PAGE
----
Internet periodically stops working on one Mac but not another

Discussion in 'Mac Basics and Help' started by ConnectivityIssues, Mar 17, 2018.

  1. ConnectivityIssues macrumors newbie

    Mar 17, 2018
    I have two macs right next to each other on my workstation. One is a 2010 MacBook Pro and the other is a 2011 iMac. Both are connected to the same router via wifi. I also have an iPhone that's connected to the same router.

    The iPhone's connectivity is fine. The MacBook's is fine. The iMac's however is not. On the iMac I experience constant packet loss and consistent steep dips in speeds. I use the iMac for graphically intensive stuff (mostly gaming) so that packet loss is really easy to feel. I know the MacBook doesn't experience that packet loss since I use it for watching videos and doesn't drop the quality or the downloads like the iMac does.

    Running speed tests also show a stark difference between the two. The MacBook gets about 9/1 mbps download/upload while the iMac gets 3/3.5 mbps download/upload on the same speed test ran concurrently. Going to the network diagnostics on both, the packet loss differential is also confirmed, with the iMac sometimes dropping no packets, and others, every packet.

    I searched around for many hours and have no good idea on how to fix this. The only idea I got left is to just connect the iMac with the MacBook with an ethernet cable and try to share the wifi from the MacBook. However, I did read somewhere that that would chew through the lifecycle of the MacBook so I'm hesitant to come to that. Any help on this matter is appreciated.
  2. hobowankenobi macrumors 6502a

    Aug 27, 2015
    on the land line mr. smith.
    Hey -

    So for the iMac, it is likely one of two things:

    Software: OS update/reinstall, or booting from an external drive with a fresh OS could help prove (or disprove) this. Outside change there is some third party software that might cause some issues. Both of these seem unlikely.

    Hardware: Something is not right with the radio and/or antenna in the iMac. If it has ever been opened for say, a hard drive replacement or upgrade, it is possible that the antenna was damaged or disconnected, or perhaps moved to where some shielding is cutting signal. As it is an older machine, could be limitations of the radio or antennas. Not all machines perform the same. Seems unlikely though, that the older MBP should do so much better.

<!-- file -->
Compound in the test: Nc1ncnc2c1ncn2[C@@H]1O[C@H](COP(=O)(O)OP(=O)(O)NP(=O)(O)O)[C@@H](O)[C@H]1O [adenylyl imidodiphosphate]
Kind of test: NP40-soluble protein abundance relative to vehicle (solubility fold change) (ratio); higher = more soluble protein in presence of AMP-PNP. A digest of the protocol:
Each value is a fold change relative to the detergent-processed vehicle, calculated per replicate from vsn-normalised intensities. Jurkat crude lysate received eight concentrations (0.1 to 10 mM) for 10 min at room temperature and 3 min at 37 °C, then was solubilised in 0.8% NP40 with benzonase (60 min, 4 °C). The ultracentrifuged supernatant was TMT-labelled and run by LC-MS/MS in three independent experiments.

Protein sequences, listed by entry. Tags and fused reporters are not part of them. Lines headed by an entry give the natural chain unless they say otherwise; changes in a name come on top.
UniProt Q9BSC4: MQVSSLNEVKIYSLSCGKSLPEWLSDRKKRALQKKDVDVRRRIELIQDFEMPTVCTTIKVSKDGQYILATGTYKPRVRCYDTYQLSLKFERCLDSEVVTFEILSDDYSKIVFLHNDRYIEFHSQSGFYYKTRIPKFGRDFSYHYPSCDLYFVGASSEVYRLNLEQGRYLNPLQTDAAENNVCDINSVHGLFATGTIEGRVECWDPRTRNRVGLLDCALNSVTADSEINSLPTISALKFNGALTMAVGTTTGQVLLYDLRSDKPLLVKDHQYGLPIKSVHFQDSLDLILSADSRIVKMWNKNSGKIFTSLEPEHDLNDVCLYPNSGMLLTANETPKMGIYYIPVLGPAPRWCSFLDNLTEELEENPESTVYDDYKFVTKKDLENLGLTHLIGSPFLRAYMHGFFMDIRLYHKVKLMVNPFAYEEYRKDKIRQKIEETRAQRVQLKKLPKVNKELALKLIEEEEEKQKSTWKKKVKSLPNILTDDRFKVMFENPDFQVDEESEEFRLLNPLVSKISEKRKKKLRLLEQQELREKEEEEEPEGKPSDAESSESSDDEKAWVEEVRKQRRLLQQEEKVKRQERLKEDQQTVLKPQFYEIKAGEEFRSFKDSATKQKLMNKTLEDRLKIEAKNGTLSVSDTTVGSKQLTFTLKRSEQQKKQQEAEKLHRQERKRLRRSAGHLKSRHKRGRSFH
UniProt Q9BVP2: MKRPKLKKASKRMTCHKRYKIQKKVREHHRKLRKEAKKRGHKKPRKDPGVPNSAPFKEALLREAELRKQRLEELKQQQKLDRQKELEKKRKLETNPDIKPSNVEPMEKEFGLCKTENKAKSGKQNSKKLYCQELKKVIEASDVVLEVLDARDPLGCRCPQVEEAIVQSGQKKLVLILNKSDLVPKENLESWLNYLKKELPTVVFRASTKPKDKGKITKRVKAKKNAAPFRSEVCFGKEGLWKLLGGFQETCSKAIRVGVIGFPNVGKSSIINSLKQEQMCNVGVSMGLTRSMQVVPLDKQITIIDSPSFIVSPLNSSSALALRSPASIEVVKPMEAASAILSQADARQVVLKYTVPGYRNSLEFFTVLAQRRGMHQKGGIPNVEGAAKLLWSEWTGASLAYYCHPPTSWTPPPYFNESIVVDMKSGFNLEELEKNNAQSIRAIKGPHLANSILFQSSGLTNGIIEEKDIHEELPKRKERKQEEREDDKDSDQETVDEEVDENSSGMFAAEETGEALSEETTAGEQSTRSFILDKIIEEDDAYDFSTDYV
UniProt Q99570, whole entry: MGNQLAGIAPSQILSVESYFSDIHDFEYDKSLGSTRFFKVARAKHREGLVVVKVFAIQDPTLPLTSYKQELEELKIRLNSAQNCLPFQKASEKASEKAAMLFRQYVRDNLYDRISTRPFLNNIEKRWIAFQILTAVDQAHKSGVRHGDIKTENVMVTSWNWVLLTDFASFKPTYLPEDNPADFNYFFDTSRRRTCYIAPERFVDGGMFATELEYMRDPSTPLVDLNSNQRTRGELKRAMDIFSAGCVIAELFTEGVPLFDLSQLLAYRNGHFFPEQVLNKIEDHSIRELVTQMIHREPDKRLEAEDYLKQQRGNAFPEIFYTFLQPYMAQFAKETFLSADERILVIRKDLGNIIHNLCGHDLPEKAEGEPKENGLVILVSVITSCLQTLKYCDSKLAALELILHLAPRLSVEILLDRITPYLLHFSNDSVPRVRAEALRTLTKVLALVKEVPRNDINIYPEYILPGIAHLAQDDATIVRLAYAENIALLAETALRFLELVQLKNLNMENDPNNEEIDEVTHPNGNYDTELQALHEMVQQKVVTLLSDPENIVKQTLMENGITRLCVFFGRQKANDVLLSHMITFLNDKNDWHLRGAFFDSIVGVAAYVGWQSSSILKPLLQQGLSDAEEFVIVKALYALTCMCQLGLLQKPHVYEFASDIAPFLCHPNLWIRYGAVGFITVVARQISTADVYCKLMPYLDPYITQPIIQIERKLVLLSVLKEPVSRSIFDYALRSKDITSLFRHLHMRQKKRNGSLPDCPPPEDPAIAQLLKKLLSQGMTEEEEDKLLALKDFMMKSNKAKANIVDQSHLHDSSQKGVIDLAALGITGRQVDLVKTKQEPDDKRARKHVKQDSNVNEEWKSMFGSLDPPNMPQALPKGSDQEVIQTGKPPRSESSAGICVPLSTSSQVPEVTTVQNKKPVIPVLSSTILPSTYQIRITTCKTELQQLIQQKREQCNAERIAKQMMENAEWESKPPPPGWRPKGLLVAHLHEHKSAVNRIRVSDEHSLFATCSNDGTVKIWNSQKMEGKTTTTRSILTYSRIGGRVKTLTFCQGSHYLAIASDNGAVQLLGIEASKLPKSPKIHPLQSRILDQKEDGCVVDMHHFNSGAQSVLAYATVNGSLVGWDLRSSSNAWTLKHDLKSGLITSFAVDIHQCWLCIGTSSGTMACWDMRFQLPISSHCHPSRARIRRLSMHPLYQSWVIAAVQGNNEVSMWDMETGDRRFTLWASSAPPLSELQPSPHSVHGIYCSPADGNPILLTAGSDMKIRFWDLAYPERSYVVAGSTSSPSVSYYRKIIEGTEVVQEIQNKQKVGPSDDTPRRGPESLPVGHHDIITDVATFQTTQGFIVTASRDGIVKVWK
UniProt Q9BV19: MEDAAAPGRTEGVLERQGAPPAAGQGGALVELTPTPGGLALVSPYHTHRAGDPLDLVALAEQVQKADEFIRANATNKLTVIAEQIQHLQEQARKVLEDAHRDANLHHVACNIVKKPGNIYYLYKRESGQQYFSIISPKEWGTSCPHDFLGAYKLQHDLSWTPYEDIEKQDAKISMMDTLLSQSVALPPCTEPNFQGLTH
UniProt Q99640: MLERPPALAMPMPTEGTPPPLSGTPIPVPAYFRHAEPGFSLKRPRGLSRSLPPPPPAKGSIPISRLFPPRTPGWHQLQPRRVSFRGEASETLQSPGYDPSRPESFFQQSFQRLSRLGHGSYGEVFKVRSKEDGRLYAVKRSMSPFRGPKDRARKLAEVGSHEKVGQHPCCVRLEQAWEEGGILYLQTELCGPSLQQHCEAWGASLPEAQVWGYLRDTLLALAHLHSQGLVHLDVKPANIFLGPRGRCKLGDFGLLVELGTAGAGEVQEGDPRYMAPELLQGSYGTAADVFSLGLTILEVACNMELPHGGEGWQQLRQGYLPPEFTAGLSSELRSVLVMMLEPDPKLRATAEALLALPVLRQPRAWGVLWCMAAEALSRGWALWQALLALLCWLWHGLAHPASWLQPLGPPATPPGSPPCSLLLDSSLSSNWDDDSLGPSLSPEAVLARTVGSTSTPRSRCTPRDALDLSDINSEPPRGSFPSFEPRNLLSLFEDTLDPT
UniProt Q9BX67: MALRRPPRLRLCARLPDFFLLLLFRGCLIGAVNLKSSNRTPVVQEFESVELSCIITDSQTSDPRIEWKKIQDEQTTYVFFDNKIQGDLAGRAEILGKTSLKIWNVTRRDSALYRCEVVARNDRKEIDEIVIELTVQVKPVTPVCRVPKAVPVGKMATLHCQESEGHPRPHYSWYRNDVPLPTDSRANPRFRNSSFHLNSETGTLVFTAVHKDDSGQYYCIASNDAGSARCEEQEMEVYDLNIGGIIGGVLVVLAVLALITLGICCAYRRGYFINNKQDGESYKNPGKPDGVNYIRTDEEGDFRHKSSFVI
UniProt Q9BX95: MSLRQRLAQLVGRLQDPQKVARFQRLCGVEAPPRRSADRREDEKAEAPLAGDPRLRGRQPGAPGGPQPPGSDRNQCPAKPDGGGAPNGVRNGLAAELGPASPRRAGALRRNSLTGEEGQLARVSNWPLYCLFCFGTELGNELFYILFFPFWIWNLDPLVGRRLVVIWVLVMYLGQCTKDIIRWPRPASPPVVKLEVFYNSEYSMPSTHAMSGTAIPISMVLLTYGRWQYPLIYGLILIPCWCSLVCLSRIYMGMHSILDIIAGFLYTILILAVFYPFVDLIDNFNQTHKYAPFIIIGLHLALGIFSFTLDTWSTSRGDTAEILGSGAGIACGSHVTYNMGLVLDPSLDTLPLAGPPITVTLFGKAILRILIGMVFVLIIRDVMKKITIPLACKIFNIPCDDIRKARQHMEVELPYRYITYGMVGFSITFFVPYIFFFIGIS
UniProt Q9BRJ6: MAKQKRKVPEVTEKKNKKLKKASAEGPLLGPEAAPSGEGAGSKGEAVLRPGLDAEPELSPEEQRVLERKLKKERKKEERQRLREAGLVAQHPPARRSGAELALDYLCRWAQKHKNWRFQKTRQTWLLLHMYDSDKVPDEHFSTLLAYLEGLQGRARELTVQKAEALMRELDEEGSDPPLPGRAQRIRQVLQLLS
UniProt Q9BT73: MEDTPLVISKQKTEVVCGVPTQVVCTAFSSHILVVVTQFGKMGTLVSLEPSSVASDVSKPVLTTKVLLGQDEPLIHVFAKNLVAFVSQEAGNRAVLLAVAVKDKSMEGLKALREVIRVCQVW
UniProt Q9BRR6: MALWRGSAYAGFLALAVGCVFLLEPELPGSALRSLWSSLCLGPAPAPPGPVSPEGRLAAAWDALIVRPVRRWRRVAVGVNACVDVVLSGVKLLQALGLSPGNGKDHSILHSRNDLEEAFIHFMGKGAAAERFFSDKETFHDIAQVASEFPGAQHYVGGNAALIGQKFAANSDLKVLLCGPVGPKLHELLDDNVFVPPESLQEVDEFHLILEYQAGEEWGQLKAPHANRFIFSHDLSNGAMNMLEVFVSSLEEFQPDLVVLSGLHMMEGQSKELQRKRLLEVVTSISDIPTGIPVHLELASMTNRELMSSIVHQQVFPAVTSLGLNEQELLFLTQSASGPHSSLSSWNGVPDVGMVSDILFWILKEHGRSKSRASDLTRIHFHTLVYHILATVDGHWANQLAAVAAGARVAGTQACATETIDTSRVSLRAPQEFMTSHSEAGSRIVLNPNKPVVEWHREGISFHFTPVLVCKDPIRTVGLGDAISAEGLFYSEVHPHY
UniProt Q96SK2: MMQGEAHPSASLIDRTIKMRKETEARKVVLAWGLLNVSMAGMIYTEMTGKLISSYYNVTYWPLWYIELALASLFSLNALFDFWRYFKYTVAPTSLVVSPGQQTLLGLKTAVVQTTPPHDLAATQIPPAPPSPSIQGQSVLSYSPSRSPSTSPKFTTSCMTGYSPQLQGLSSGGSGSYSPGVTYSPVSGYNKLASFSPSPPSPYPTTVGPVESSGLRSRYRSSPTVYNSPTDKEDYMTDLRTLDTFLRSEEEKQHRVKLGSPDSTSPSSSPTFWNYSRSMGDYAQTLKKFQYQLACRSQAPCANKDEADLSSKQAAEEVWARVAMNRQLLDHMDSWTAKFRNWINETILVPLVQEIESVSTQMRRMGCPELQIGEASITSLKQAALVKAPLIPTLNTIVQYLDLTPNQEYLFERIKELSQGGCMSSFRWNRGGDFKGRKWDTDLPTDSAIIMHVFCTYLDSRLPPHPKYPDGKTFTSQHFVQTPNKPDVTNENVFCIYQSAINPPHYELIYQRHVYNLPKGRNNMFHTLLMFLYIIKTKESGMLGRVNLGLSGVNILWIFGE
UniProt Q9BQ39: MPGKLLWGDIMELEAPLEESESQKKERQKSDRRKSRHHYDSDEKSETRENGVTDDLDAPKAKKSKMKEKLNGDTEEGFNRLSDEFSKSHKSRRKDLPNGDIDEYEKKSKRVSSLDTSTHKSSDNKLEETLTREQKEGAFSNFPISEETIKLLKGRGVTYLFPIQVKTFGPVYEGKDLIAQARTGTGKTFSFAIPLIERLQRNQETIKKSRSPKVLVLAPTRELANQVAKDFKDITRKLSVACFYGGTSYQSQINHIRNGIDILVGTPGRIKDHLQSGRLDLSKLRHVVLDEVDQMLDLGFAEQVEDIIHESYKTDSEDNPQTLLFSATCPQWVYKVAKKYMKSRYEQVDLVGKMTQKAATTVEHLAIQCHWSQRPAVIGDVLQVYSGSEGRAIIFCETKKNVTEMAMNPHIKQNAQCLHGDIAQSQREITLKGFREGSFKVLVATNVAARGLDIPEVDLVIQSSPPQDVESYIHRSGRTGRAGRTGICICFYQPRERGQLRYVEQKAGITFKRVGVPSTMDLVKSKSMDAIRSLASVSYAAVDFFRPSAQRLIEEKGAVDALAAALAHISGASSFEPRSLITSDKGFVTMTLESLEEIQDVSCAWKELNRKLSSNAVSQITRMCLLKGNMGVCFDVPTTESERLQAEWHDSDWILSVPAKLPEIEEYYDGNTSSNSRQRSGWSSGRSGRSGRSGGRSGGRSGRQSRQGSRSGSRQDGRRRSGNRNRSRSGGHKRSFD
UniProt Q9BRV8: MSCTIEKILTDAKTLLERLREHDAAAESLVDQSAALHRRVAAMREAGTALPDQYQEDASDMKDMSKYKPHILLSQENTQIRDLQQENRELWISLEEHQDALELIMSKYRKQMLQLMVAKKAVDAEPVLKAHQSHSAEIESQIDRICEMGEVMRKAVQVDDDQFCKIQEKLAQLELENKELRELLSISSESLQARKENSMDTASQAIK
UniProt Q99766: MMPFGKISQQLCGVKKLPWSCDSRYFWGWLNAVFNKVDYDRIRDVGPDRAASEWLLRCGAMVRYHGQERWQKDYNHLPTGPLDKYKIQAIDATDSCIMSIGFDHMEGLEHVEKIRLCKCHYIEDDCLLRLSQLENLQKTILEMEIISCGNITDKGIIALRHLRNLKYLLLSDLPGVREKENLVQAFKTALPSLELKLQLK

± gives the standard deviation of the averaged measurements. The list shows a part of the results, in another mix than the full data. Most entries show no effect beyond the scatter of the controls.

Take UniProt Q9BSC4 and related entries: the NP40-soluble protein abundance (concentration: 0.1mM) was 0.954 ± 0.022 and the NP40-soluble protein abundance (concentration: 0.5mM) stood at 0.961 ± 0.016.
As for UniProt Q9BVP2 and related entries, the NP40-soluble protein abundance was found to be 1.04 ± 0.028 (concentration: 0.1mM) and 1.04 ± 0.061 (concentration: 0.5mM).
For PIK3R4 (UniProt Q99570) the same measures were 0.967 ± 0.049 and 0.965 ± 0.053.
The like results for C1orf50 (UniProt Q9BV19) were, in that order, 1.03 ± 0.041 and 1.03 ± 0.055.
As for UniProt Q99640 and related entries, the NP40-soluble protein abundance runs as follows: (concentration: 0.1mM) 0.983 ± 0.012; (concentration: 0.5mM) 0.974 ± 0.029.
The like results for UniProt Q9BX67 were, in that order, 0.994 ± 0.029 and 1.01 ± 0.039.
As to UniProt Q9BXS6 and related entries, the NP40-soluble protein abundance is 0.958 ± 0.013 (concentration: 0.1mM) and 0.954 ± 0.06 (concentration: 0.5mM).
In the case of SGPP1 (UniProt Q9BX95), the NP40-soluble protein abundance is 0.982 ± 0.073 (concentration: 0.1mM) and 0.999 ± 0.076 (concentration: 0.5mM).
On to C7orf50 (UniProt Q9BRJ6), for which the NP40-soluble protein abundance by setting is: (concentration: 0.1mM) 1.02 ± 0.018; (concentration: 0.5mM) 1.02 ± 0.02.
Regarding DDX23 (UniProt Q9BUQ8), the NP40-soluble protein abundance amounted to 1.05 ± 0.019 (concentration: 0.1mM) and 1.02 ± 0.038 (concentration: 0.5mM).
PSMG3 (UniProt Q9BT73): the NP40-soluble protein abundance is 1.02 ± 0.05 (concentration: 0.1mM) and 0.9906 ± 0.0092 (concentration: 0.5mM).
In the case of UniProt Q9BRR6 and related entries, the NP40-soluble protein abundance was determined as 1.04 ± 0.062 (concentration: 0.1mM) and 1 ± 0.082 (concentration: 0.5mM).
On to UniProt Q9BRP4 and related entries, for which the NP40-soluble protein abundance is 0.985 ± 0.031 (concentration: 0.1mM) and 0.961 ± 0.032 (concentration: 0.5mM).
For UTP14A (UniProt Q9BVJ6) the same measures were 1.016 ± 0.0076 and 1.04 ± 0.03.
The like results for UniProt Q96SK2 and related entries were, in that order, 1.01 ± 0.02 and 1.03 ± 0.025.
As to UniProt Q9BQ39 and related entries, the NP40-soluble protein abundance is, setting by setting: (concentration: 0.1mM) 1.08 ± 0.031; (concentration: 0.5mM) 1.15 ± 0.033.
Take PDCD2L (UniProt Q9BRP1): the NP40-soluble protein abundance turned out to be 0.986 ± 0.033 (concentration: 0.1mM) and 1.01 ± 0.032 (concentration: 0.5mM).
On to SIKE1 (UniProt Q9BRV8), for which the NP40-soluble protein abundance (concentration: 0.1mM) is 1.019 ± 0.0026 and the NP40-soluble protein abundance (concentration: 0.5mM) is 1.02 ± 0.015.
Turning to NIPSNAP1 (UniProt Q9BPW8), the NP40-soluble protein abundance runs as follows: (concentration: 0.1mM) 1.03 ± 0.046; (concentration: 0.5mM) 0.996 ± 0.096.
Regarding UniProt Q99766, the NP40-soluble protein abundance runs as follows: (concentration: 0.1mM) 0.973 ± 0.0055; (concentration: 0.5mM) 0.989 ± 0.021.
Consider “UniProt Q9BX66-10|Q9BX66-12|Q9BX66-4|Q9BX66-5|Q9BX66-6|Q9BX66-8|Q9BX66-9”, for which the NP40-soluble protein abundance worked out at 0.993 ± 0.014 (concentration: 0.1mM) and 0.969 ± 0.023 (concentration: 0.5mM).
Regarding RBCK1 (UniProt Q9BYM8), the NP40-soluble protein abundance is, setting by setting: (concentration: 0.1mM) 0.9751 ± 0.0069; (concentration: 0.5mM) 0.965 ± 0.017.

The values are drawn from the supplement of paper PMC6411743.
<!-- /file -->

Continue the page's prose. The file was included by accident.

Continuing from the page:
Outside chance there is something going on with your wifi...such as a dead spot, shadow, or other shielding/interference. There are some diagnostic software tools that can show signal strength a Mac. Also seems unlikely as other devices in the same area seem to not suffer the same problems.

    Any chance the MBP is interfering with the iMac? Does the iMac perform any better if the MBP is removed from the area? How about moving the iMac around to see if the performance is equally poor, at other (similar distance) locations?

    If, with more testing, it seems that the iMac has generally poor wifi performance and it is most likely a hardware problem, it may be possible to repair any damage. But rather than risk some fairly major surgery, you might also consider a wifi adapter that is the entire radio and antenna. Something like this. Keep in mind that for most add-on wifi devices, one must install the drivers for it to work.
  3. BrianBaughn macrumors 603


    Feb 13, 2011
    Baltimore, Maryland
    What are the results when only one-device-at-a-time is powered on?

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